MRI

RECENT POSTS

Childbirth As An Extreme Sport — And Why Its Injuries Can Take So Long To Heal

A study finds some childbirth-related injuries are surprisingly like sports injuries. (popularpatty/Flickr)

A study finds some childbirth-related injuries are surprisingly like sports injuries. (popularpatty/Flickr)

Childbirth, as anyone who’s been through it knows, can feel very much like an extreme sport. And, it turns out, some childbirth-related injuries are surprisingly like sports injuries, including the very long time they need to heal.

That’s the conclusion of a recent study that tracked 68 pregnant women at risk for pelvic injuries and followed up using diagnostic imaging techniques more typically used in sports medicine.

The report by a team of researchers at the University of Michigan found that some women sustain long-lasting pelvic injuries after childbirth — and these aren’t the kinds of injuries that Kegel exercises alone can fix. (For the uninitiated, Kegels are pelvic floor strengthening exercises that involve squeezing and releasing certain muscles.) The research team also found that some childbirth-related injuries may take longer to heal, but ultimately do.

Janis Miller, an associate professor at Michigan’s School of Nursing, and the study’s lead author, says just like elite athletes, new mothers should acknowledge what their bodies have been through.

“If you’ve just run a marathon, it may take longer to heal than if you’ve just run a mile,” Miller said in an interview. “Some women’s birthing experiences are more strenuous than others, so one of the main points is to let women know their bodies will recover…but it can take a long time.”

And while many doctors give new moms the green light to resume normal activities — from sex to exercise — after the standard six-week postpartum exam, the reality is that it can take far longer to feel “normal” again. (I remember dragging my still-sore, depleted body in to that six week follow-up exam, and feeling I was decidedly not good to go.)

Indeed Miller calls the six-week marker for postpartum recovery “arbitrary.” “There is no rationale for that six-week time frame in terms of the body’s responses and healing,” she said.

The study, published earlier this year in the American Journal of Obstetrics and Gynecology, concludes that a clinical examination alone may not be able to detect the range of pelvic injuries from childbirth; and in certain women, specialized MRI scans may be warranted if there is “unexplained or prolonged pain after delivery,” or other complications, Miller says.

One surprising new finding was related to the types of injuries sustained by the women, who were all at higher risk for pelvic muscle tears because they had a long pushing phase during delivery or they were older women.

Miller said that the conventional wisdom at the start of the study was that postpartum pelvic injuries were primarily nerve-to-muscle or muscle-stretch related, but the researchers discovered that in this higher risk group of women, “one-quarter of them showed fluid in the pubic bone marrow or sustained fractures similar to a sports-related stress fracture, and two-thirds showed excess fluid in the muscle, which indicates injury similar to a severe muscle strain. Forty-one percent sustained pelvic muscle tears, with the muscle detaching partially or fully from the pubic bone.” Continue reading

Why To Exercise Today: Avoid Brain Shrinkage As You Age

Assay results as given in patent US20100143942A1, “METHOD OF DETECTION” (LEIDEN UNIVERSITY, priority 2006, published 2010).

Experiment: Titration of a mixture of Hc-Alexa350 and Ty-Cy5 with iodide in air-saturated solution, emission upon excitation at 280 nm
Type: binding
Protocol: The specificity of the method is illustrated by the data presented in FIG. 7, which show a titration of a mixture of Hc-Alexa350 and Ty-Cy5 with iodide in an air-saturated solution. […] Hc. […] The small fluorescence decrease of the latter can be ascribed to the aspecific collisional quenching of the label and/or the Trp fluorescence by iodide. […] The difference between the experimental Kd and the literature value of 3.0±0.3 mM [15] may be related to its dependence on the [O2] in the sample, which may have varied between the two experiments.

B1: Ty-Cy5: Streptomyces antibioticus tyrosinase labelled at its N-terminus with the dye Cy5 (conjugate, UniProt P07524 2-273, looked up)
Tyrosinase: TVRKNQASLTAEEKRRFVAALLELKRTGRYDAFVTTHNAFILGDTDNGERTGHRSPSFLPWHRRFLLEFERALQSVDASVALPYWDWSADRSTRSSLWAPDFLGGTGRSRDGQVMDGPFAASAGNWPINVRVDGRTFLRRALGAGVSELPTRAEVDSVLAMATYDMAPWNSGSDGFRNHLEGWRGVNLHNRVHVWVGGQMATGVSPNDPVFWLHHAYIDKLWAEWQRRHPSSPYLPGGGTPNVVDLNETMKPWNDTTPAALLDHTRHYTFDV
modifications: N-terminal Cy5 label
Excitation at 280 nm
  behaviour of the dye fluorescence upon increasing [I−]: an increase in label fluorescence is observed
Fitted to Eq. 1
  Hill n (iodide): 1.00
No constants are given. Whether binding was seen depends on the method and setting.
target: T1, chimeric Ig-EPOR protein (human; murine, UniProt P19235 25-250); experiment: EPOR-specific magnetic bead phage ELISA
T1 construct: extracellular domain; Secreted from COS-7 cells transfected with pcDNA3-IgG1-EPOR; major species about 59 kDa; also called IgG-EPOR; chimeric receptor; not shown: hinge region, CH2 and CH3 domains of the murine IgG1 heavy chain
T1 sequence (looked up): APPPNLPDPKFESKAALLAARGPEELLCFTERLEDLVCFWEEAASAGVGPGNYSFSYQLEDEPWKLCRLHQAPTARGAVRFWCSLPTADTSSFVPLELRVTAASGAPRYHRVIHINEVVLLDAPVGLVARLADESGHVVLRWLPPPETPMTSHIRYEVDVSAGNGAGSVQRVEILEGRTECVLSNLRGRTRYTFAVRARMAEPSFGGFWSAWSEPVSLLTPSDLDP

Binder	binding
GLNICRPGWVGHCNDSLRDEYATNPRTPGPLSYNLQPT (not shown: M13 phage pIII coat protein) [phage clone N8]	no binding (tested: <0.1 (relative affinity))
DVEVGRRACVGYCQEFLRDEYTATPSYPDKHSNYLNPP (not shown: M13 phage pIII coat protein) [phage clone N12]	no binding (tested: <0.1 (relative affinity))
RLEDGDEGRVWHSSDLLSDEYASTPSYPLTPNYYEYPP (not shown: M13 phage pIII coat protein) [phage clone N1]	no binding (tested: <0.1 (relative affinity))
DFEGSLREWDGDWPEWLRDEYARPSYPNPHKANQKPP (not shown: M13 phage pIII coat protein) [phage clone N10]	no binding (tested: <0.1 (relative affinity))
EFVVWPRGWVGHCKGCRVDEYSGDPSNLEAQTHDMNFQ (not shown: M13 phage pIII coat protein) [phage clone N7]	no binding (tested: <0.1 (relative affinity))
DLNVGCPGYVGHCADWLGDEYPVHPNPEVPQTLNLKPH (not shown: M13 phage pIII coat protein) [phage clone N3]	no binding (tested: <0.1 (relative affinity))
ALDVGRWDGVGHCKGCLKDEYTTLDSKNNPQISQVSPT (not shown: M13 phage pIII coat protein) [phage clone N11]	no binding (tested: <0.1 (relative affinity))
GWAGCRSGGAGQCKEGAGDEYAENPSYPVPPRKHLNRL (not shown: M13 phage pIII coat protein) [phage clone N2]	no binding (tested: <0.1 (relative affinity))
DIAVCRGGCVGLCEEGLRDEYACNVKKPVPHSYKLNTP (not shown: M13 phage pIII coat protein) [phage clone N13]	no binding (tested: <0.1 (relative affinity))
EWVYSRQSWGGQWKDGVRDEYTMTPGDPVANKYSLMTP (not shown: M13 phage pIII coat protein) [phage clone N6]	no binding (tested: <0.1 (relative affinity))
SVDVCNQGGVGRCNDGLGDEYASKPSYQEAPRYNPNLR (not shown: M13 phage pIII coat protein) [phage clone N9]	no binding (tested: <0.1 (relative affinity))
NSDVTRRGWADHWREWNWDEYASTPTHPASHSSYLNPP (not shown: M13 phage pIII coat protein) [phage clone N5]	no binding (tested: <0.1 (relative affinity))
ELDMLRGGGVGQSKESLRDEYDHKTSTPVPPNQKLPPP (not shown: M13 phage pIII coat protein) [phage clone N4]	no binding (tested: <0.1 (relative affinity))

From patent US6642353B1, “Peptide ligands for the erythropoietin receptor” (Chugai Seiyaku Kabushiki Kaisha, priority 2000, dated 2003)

MilitaryHealth/flickr

MilitaryHealth/flickr

Middle-age adults take note: the exercise you shirk today may lead to shrunken brain tissue in a couple of decades.

This, according to research presented at the American Heart Association Epidemiology/Lifestyle meeting in Baltimore this week.

After reviewing exercise data taken from more than 1,200 adults who were around 40 years old — a subset of the Framingham Heart Study — researchers found that twenty years later when these same individuals underwent MRI scans, those with “lower fitness levels in midlife also had lower brain tissue levels in later life,” said Nicole L. Spartano, Ph.D., lead author and a postdoctoral fellow at the Boston University School of Medicine.

Though the findings are preliminary, Spartano says it looks like there’s a link between lower fitness levels and faster brain aging. Since the MRI’s in this study were done on people about 58 years old, the researchers didn’t expect to see high rates of dementia, but they did detect “the beginning of shrinkage,” Spartano said. “We look at the brain MRI as an early warning sign for deterioration. This may give us some idea of decreased cognition a decade or so later.”

Specifically, the researchers evaluated fitness based on how the heart changes in the early stages of exercise. Continue reading

First Live Birth Inside An MRI

I figure anything that makes me say “Ullp” out loud is worth posting…Fortunately, the video of the world’s first live birth inside an MRI scanner is really quite tasteful — and I’ve rarely seen such a good illustration of just how much of the mother’s body the baby takes up. This from cnet.com, and the full report is here:

Props to the woman in Germany who this morning became the first ever to give birth inside a magnetic-resonance imaging scanner.
Yes, the prototype scanner was built specifically for labor, and MRIs have been deemed quite safe. But the woman still had to give birth inside one, not to mention wear earmuffs to block out the high-frequency noise. (To protect the newborn’s hearing, the scanner was switched off as soon as the amniotic sac surrounding it opened.)
Woman and baby are both fine, according to gynecologist Ernst Beinder at Berlin’s Charité Hospital, who tells the Daily Mail that the birth was normal and the scanner captured all movements and processes throughout labor: “‘We can now see all the details we previously could only study with probes,” he says.